Oh yes, her…. “That needs to change.”
I realized then that the administrator didn’t really know this kid, my kid. So Haley was just somebody that could easily be singled out and treated differently because of how she looked.
I decided to talk to the head principal. He was very understanding and calm. My daughter chose this school for the music program. She was a fantastic student and musician, but this was handled more like bullying than procedure. I recounted how Haley was singled out for her appearance in front of her peers. I explained that it distracted her learning and her desire to go to school each morning.
He assured me that learning was the priority at the school, that supporting kids to be the best they could be was his goal, and that he hadn’t noticed anyone with extremely red hair. Still, he would follow up, get all sides of the story, and get back to me. He emphasized that belittling kids, especially in front of their peers, was inappropriate in his eyes. He later left me a message not to worry about the color of her hair and that he hoped that Haley would have a good year.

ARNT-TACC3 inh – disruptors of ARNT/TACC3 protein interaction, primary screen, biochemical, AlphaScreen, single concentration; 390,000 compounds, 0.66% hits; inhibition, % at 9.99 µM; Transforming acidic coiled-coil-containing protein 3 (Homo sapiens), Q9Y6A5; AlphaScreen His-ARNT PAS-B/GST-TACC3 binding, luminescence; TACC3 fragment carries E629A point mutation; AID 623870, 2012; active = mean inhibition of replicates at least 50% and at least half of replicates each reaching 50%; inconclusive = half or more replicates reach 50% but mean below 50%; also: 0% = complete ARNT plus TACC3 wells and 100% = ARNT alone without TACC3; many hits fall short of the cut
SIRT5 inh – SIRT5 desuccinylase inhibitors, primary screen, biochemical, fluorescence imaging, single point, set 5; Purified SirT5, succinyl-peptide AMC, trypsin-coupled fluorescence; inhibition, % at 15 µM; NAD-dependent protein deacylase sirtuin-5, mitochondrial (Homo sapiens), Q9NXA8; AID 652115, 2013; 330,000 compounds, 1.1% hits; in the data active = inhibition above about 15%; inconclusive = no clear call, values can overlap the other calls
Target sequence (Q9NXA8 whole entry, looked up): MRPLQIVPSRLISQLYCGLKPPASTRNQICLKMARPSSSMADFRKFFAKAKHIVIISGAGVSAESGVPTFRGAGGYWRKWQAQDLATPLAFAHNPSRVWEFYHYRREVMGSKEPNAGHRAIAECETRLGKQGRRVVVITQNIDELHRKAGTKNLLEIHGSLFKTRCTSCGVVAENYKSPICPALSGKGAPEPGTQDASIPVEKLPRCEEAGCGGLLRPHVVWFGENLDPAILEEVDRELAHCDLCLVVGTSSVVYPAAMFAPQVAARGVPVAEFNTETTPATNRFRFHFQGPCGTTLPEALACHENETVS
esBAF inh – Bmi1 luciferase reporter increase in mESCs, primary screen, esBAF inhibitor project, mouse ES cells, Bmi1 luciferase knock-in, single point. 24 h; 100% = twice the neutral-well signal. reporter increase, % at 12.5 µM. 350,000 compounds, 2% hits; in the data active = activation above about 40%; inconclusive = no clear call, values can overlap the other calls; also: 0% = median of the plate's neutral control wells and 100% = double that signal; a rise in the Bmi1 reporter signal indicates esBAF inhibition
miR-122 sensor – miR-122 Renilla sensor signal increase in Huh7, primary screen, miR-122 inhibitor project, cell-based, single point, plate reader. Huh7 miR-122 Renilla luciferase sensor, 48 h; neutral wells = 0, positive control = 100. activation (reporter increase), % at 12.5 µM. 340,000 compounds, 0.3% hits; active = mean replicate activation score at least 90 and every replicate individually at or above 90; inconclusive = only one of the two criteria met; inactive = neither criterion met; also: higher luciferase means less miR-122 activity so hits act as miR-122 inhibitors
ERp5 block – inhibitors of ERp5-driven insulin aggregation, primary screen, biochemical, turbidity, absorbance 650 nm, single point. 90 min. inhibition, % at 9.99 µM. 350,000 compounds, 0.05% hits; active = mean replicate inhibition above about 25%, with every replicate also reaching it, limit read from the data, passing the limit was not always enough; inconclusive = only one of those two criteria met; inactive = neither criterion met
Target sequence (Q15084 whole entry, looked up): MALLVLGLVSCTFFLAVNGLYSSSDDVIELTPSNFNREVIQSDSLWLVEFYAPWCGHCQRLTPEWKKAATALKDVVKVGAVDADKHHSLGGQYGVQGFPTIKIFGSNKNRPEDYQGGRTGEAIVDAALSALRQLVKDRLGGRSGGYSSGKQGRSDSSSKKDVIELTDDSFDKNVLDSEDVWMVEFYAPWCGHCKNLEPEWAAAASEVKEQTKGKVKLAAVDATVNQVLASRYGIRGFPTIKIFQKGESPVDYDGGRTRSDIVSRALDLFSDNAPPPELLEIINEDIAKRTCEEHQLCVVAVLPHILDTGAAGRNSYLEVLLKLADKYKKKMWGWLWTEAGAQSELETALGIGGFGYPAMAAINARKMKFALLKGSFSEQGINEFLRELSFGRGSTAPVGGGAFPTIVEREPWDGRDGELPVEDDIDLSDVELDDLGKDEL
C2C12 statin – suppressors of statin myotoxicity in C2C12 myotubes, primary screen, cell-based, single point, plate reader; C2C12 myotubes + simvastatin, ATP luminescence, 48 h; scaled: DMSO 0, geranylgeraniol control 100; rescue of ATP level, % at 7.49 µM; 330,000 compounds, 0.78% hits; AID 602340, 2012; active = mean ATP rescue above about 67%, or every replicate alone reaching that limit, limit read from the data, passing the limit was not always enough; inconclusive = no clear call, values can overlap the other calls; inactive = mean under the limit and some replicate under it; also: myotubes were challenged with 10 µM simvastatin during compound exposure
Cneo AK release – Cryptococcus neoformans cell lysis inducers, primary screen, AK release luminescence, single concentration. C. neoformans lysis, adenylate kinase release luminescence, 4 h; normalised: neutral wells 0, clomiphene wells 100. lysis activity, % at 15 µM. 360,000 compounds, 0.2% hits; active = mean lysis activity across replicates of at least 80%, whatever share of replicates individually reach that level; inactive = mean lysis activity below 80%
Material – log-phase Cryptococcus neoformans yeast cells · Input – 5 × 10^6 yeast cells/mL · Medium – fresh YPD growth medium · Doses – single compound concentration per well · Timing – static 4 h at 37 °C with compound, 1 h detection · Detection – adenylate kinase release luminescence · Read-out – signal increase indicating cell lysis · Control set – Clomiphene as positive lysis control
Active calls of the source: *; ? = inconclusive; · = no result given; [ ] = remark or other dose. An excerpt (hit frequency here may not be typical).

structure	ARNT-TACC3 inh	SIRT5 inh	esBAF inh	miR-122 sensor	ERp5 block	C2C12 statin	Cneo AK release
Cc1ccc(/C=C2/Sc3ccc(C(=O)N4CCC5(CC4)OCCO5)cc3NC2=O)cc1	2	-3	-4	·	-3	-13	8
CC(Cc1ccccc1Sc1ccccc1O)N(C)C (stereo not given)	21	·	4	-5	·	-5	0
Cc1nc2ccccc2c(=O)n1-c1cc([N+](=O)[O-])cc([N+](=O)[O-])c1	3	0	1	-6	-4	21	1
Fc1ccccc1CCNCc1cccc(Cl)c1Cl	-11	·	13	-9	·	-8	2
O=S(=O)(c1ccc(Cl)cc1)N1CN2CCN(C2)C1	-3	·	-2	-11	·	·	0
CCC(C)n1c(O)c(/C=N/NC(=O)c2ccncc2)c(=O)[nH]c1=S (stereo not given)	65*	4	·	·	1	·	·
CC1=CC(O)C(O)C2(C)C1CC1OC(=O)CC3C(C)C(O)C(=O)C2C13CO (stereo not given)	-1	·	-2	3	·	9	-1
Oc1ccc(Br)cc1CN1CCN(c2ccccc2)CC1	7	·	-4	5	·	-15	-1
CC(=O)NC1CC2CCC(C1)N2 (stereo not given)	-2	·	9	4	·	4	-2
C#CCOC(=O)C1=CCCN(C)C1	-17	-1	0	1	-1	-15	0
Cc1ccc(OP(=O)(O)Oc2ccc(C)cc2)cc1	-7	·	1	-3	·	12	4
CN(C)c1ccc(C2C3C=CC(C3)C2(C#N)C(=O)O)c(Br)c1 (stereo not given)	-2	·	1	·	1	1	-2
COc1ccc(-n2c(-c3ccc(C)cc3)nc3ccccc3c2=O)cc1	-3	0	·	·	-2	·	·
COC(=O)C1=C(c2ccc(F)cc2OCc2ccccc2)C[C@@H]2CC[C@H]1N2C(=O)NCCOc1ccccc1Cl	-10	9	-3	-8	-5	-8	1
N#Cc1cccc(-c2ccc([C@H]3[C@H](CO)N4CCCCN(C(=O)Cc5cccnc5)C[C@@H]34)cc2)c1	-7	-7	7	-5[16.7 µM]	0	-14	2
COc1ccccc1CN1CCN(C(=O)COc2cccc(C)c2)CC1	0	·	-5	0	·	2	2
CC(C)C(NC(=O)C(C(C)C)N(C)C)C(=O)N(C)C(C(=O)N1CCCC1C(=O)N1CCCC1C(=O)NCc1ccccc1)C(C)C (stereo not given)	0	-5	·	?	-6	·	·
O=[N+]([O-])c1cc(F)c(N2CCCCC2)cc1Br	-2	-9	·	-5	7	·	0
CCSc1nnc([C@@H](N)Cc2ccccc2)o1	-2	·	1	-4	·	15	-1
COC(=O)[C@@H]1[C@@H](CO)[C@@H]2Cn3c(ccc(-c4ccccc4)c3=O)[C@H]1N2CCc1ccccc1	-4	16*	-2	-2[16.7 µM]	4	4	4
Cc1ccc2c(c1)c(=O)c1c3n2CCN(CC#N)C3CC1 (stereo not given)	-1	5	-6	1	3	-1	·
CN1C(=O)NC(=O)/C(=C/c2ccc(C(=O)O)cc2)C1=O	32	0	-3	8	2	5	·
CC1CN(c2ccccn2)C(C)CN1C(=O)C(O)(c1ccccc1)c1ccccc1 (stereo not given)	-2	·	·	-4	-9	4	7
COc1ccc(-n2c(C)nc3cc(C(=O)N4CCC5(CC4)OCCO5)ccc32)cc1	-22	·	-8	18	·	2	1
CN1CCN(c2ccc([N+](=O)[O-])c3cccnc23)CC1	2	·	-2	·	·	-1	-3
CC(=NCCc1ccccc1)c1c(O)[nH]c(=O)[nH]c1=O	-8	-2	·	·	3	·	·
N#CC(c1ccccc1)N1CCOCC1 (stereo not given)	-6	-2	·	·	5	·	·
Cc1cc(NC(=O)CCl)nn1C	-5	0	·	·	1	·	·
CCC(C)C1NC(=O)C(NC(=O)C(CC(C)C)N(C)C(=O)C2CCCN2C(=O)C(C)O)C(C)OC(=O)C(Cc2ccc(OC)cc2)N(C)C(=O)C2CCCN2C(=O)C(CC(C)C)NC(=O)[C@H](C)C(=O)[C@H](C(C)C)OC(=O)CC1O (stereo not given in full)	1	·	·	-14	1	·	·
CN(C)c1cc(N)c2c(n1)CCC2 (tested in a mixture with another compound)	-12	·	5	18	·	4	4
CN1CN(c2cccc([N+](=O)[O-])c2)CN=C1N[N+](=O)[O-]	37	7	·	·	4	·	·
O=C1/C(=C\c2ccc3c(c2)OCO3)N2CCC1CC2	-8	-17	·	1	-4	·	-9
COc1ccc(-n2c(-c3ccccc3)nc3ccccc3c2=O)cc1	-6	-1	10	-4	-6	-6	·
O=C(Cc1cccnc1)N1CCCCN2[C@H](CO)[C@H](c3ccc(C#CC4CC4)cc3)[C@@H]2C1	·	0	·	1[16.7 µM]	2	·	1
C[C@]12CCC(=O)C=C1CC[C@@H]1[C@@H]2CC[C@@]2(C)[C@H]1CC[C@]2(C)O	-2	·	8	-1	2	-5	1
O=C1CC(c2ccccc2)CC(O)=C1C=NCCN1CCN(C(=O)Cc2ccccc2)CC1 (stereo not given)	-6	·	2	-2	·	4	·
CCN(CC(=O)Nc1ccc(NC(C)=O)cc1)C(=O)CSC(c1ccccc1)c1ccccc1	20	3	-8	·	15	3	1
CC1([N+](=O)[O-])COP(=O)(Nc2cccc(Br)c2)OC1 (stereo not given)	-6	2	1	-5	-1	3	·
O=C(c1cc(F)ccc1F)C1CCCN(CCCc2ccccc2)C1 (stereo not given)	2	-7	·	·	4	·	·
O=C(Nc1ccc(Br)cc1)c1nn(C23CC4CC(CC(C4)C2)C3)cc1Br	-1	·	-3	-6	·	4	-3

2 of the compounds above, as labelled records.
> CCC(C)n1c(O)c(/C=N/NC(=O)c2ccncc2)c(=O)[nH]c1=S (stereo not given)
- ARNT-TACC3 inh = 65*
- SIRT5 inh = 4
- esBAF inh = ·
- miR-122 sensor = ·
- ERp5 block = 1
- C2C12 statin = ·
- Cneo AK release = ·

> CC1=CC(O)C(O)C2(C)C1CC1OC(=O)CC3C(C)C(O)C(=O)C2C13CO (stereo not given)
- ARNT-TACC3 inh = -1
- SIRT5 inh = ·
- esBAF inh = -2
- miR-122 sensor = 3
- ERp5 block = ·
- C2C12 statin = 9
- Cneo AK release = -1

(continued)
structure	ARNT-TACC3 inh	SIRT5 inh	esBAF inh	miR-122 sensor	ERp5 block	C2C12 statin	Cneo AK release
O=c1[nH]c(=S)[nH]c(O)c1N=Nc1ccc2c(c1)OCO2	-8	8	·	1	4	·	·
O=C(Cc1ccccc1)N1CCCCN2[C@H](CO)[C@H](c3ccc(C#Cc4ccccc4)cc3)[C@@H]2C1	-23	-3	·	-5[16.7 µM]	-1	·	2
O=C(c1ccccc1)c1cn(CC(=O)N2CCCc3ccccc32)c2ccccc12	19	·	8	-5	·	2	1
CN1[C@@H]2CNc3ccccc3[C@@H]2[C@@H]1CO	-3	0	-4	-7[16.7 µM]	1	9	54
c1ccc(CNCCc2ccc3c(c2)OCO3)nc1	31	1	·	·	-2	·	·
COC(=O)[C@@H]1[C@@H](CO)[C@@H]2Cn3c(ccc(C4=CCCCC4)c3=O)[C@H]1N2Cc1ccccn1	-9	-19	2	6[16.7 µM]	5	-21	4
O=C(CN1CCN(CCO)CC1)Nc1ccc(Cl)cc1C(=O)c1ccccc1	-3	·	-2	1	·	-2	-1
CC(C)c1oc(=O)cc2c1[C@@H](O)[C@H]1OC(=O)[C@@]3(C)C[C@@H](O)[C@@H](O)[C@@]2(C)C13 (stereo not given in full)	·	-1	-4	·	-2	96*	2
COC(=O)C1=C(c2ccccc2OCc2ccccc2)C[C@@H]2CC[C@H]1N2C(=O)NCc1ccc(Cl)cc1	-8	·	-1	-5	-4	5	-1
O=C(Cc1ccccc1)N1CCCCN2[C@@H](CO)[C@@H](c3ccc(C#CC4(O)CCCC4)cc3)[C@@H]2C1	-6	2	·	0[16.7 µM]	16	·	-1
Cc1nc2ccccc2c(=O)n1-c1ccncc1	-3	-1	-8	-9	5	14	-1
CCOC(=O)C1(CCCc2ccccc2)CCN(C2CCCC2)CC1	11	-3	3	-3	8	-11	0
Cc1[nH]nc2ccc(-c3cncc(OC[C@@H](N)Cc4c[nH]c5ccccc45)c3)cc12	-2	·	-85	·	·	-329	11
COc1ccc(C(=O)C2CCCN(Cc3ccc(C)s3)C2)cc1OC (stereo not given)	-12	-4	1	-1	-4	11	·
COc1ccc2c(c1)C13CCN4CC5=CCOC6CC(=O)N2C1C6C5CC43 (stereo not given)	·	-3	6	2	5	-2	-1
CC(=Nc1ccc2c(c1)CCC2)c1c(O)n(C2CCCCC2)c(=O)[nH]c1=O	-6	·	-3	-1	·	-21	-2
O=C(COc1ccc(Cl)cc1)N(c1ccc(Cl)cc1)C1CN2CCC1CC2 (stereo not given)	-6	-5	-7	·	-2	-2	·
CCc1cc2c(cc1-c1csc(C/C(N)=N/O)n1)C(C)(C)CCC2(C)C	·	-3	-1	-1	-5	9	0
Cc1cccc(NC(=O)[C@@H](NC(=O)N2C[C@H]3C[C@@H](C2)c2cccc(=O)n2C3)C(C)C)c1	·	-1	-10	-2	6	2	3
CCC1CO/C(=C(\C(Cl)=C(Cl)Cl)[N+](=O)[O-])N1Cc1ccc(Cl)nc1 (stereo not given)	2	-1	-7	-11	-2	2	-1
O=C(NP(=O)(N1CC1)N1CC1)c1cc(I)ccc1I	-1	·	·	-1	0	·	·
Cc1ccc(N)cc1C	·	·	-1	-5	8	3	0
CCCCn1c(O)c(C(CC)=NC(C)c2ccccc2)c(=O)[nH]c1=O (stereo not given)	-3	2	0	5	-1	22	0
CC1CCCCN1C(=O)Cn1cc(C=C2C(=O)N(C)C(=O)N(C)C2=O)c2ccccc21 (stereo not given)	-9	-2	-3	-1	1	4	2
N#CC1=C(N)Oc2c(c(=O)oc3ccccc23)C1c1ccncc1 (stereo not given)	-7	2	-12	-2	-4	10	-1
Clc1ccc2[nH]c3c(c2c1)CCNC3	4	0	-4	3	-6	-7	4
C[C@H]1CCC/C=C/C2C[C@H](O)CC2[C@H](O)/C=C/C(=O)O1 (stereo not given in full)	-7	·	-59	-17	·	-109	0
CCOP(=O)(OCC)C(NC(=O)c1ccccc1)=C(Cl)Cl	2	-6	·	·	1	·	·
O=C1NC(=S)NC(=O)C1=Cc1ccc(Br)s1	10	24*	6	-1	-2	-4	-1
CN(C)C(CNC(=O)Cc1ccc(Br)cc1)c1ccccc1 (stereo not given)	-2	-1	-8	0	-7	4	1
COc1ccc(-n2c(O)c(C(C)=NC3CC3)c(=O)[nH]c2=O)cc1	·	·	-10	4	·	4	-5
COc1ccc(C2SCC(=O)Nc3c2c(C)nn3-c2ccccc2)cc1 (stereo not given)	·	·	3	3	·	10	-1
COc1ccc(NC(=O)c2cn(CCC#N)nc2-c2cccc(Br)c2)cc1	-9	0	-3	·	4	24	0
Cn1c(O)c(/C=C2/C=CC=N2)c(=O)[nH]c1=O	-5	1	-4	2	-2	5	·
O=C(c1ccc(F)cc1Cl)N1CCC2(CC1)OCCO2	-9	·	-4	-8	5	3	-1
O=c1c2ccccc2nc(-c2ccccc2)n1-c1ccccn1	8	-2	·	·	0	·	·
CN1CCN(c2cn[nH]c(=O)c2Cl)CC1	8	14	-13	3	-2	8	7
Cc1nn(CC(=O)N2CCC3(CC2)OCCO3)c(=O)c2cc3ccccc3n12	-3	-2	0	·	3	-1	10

Haley did have a good year. The administrator who had singled her out now ignored her in the hallways and assembly. However, random teachers took her out of the lunch line, talked about her in the hallway, or interrupted her classroom instructor to ask, “When is this going to be taken care of?”
My daughter, who now was back in the groove of school and music, said it was a shame that these grown-ups weren’t willing to get to know her but were eager to judge her.
Fast forward a year later, the principal of my daughter’s school pulled my husband and me aside during a pep rally, saying that he officially relaxed the dress code regarding hair color at the beginning of the year. He said there was some pushback from a few teachers. Still, he used this story to make his point: